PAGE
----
Jan. 30, 2013 at 4:25 PM ET
Everyone’s talking about the sibling Super Bowl this weekend in New Orleans between Jim and John Harbaugh, but the Kosnik clan of Clawson, Mich., has a little been-there-done-that advice for the famous NFL coaches.
The Kosnik boys, ages 14 and 16, have been playing hockey together since they were toddlers. They officially faced off as opponents for the first time last weekend, when Royal Oak, where Clay plays as a freshman, hosted Detroit Country Day, where big brother Hunter is a junior.
Hunter’s advice to Baltimore Ravens coach John Harbaugh, the older sibling: Don’t go easy on your little brother, coach of the San Francisco 49ers. Make him work for it.
“I’m proud of Clay as a freshman,” says Hunter, whose team ended up winning 7-1. “And we have a good, solid relationship. So we could leave the competition on the ice when the game was over.”
While sibling rivalry is a constant of family life, it’s especially hard when brothers and sisters compete head-to-head, whether it’s on a playing field or for a starring role in the school play. Far from the spotlight of the “Harbowl,” many families like the Kosniks grapple with the question of how to handle sibling competition in a way that doesn’t scar the kids – or their parents, standing nervously on the sidelines.
Leading up to Saturday’s showdown, Jim Kosnik told the Michigan Prep Zone, a local sports website, there was a healthy dose of “trash talking” between the boys at home. Last week, Mary Kosnik posted on Facebook that her boys would be playing against each other for the first time, and asked: “What’s a mother to do?”
“We were positive about the competition from the very beginning,” explains Mary Kosnik, who says she and 25 family friends and relatives sat smack in the middle of both sides during the game, and cheered their lungs out each time either team scored. “So they were positive about it all too. As soon as we found out, we told the boys, ‘Wow, you’re going to play each other! How fun is that?’”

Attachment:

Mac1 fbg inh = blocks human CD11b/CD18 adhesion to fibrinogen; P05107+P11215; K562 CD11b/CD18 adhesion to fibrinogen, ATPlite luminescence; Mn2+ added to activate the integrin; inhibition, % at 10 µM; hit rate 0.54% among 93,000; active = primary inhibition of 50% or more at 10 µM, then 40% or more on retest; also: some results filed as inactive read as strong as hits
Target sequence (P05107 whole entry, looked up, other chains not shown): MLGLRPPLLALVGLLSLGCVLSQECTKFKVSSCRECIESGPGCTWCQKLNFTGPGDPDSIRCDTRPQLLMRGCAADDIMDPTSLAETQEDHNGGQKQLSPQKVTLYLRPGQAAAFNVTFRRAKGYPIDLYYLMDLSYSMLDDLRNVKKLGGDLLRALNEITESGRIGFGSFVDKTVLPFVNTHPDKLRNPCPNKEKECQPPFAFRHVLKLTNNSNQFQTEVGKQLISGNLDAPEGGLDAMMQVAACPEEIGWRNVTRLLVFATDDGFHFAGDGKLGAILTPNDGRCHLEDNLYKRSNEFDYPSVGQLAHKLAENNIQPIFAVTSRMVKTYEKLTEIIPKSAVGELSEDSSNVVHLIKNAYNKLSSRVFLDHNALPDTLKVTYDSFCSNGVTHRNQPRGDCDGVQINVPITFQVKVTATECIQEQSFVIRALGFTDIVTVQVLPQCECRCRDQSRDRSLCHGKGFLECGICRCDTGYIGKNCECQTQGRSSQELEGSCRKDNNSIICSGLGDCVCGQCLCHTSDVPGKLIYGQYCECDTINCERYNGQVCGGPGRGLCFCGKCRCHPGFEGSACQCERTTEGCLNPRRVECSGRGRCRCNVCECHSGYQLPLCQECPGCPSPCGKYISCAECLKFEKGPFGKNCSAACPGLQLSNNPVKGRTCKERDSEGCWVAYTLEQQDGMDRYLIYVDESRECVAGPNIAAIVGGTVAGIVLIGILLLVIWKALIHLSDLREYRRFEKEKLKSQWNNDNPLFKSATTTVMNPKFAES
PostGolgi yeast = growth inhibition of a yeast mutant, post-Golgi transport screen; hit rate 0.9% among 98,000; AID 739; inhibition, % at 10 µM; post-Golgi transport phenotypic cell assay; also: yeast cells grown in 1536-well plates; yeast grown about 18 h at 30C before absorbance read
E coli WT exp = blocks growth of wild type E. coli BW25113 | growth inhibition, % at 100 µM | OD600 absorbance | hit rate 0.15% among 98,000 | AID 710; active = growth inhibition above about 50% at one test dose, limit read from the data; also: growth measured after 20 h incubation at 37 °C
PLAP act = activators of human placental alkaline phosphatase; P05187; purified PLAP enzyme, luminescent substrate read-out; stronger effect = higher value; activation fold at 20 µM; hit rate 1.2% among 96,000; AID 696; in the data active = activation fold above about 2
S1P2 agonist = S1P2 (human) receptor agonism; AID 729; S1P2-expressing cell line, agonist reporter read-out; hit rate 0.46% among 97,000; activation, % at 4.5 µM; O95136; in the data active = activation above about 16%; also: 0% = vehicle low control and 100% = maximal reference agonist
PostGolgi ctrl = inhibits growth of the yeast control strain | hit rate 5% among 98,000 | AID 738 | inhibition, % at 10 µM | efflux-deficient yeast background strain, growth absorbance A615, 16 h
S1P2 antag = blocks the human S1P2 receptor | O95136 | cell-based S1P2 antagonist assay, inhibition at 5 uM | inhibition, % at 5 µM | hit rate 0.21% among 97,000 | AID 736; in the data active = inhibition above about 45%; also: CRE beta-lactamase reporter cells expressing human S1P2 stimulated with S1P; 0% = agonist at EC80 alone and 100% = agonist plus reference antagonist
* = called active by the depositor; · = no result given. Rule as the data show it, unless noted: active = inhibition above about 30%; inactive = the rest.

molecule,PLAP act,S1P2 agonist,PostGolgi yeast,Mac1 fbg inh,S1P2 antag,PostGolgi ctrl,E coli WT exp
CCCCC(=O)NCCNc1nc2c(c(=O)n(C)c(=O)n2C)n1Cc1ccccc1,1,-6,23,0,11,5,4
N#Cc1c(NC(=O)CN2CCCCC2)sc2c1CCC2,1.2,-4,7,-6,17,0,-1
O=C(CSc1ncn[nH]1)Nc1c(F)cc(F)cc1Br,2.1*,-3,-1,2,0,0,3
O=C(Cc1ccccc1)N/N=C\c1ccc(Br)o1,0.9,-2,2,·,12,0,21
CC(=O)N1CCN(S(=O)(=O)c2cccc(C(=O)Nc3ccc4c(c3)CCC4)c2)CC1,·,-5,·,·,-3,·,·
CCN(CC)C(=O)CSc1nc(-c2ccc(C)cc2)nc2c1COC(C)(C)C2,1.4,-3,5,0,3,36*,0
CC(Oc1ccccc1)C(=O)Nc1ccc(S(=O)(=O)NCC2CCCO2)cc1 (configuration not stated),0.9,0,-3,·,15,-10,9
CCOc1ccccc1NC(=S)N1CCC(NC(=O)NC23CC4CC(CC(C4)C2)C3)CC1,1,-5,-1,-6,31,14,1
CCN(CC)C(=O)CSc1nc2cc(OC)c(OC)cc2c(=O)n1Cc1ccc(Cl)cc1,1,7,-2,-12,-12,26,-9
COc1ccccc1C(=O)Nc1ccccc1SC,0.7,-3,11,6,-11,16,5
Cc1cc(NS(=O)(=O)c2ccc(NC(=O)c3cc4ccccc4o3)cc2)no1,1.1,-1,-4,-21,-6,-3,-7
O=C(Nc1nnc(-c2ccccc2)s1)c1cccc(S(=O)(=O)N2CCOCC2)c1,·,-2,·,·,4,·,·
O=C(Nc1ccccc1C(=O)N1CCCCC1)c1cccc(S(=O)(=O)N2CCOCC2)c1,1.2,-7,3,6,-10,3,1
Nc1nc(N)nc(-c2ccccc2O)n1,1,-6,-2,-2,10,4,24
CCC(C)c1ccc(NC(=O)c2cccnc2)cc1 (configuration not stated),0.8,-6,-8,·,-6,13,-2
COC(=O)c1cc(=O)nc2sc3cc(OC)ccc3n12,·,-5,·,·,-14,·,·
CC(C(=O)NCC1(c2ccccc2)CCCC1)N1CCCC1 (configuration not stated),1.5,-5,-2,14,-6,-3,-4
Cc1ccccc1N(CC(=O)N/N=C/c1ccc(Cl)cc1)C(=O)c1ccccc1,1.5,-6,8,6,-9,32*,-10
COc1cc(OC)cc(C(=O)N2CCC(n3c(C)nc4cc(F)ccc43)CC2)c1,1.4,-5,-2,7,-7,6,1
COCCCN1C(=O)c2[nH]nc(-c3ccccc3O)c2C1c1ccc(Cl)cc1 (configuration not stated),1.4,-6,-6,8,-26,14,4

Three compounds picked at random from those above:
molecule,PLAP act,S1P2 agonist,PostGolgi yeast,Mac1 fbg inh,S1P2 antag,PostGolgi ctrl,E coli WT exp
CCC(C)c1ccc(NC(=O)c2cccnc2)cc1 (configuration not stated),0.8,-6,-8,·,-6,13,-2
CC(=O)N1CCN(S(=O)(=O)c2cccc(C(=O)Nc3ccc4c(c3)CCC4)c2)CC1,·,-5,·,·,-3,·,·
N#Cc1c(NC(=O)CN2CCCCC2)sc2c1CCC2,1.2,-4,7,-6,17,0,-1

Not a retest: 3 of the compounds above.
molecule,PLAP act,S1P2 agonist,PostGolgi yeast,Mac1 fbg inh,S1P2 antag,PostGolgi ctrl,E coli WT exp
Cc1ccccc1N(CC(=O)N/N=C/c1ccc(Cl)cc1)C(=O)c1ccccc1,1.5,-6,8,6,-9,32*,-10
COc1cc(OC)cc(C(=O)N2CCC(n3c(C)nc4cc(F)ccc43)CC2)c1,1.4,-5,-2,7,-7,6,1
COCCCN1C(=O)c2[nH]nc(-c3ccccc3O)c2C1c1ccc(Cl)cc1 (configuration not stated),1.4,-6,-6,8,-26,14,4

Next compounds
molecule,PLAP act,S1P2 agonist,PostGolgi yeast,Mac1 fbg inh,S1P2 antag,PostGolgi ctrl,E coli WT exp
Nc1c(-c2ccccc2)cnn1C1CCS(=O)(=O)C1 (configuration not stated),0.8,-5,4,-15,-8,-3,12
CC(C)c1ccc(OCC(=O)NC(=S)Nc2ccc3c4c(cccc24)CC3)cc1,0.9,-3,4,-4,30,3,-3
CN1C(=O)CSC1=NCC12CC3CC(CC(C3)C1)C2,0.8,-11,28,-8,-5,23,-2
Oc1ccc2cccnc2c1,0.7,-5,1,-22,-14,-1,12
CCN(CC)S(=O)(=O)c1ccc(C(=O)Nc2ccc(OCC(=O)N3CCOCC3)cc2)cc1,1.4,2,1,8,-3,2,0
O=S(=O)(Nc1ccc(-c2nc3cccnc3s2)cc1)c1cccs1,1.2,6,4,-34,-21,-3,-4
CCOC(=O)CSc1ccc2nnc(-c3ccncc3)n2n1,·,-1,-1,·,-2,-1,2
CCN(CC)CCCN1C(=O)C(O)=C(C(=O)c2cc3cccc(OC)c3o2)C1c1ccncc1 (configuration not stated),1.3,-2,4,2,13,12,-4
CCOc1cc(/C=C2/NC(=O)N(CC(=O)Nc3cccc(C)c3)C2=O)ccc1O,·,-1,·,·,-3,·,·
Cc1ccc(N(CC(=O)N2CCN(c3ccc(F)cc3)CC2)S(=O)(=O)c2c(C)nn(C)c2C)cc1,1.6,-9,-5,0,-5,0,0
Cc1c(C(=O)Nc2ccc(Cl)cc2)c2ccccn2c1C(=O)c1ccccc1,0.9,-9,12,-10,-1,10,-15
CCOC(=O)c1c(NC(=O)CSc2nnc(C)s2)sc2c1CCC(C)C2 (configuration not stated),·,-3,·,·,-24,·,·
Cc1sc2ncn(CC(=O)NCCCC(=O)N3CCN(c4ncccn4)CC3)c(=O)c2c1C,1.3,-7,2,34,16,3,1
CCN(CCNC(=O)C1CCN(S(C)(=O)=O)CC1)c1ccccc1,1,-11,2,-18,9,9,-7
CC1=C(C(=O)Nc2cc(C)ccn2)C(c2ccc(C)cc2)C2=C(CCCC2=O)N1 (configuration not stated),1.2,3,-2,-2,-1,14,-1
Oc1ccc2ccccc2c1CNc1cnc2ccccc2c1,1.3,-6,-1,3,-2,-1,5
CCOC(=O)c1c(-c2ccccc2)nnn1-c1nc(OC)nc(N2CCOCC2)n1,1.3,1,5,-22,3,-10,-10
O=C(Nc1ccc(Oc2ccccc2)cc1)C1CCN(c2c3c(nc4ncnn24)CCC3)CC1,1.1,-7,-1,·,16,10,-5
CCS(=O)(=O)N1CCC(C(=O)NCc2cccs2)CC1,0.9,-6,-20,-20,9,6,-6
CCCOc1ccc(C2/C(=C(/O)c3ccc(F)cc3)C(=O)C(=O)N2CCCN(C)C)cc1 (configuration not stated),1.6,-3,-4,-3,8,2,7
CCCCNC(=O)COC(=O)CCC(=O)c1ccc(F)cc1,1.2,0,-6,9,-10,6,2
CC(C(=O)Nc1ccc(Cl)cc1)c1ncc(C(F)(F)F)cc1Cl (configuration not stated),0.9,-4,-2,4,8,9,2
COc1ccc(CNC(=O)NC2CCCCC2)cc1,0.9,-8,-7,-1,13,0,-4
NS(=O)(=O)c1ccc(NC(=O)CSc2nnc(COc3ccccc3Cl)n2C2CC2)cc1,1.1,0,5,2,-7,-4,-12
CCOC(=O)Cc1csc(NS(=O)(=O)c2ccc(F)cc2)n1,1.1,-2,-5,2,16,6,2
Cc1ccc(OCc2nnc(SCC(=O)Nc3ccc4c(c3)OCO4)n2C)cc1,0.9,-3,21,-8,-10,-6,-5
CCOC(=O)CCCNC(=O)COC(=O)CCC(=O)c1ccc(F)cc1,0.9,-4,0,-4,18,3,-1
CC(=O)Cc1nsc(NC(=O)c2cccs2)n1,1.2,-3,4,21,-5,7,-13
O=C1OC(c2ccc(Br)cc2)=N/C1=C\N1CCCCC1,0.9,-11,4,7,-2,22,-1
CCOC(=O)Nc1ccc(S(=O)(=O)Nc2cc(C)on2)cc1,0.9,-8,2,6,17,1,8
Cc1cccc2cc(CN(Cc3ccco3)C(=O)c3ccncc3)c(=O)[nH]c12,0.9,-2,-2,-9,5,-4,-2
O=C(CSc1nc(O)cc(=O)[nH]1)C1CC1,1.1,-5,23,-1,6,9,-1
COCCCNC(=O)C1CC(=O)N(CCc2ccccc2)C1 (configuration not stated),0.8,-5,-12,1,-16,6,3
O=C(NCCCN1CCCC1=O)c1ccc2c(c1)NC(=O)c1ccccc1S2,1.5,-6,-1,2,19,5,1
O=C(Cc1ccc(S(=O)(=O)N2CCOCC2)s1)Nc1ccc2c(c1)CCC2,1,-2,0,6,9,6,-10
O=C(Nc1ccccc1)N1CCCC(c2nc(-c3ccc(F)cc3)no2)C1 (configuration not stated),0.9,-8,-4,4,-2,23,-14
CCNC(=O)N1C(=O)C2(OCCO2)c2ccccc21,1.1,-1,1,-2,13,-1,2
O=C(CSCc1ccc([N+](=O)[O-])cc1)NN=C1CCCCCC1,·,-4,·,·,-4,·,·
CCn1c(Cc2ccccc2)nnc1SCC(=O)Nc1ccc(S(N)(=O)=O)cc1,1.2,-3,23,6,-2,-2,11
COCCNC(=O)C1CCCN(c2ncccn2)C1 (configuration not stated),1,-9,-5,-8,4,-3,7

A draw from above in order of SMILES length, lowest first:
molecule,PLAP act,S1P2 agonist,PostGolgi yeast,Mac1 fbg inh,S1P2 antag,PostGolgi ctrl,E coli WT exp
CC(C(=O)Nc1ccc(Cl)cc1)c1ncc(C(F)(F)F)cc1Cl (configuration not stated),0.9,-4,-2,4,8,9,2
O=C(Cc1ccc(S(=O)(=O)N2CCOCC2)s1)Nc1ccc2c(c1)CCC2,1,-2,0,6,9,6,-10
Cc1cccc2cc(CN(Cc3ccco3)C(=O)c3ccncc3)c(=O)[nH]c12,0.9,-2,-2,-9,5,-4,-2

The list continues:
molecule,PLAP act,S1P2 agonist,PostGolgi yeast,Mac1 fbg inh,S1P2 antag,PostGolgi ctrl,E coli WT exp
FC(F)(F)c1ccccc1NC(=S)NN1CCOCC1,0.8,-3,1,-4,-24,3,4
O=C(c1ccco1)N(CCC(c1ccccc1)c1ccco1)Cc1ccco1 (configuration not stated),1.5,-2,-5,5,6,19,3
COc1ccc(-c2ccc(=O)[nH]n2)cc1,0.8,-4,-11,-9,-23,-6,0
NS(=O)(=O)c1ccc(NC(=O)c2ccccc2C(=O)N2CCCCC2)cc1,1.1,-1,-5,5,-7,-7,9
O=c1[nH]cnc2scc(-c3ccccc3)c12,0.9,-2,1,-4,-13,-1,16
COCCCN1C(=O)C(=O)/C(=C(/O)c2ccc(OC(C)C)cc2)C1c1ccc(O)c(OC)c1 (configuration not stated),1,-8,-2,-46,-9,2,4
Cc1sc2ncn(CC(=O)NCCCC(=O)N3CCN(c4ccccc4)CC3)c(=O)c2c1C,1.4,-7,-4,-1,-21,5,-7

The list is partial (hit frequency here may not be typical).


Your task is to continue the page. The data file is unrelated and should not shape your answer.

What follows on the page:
Jack and Jackie Harbaugh discussed their sons' rivalry in the big game at a news conference today in New Orleans. The Harbaughs said they are most proud of their sons’ individuality, something they always encouraged as the boys grew up.
“One thing we take great pride in, both of them are themselves,” said Jack Harbaugh, who added he always told his boys, “Always be who you are and don’t follow anyone else.”
Like the Kosnik brothers, the Harbaugh brothers used to play their own one-on-one Super Bowls in the family backyard when they were kids, John described in an interview on NFL.com.
When asked how he would console his little brother if the 49ers lose on Sunday, the Ravens coach said, "There is no loser in this game. Whoever who wins the game, I’m gonna tell him I’m proud of him, I love him and I’ll see him next time."
Psychotherapist and California mom Stacy Kaiser frequently sees her daughters, Katie and Jordan — who both sing, dance, and act — try out for the same roles in high school plays. Kaiser just watched her girls go through West Side Story auditions; this time around, her older daughter Jordan got the part.
“They are always competing for the same spots,” says Kaiser, “but they always practice together, and boss each other around — you should wear that, you should do it this way. They are very invested in helping each other prepare ahead of time.”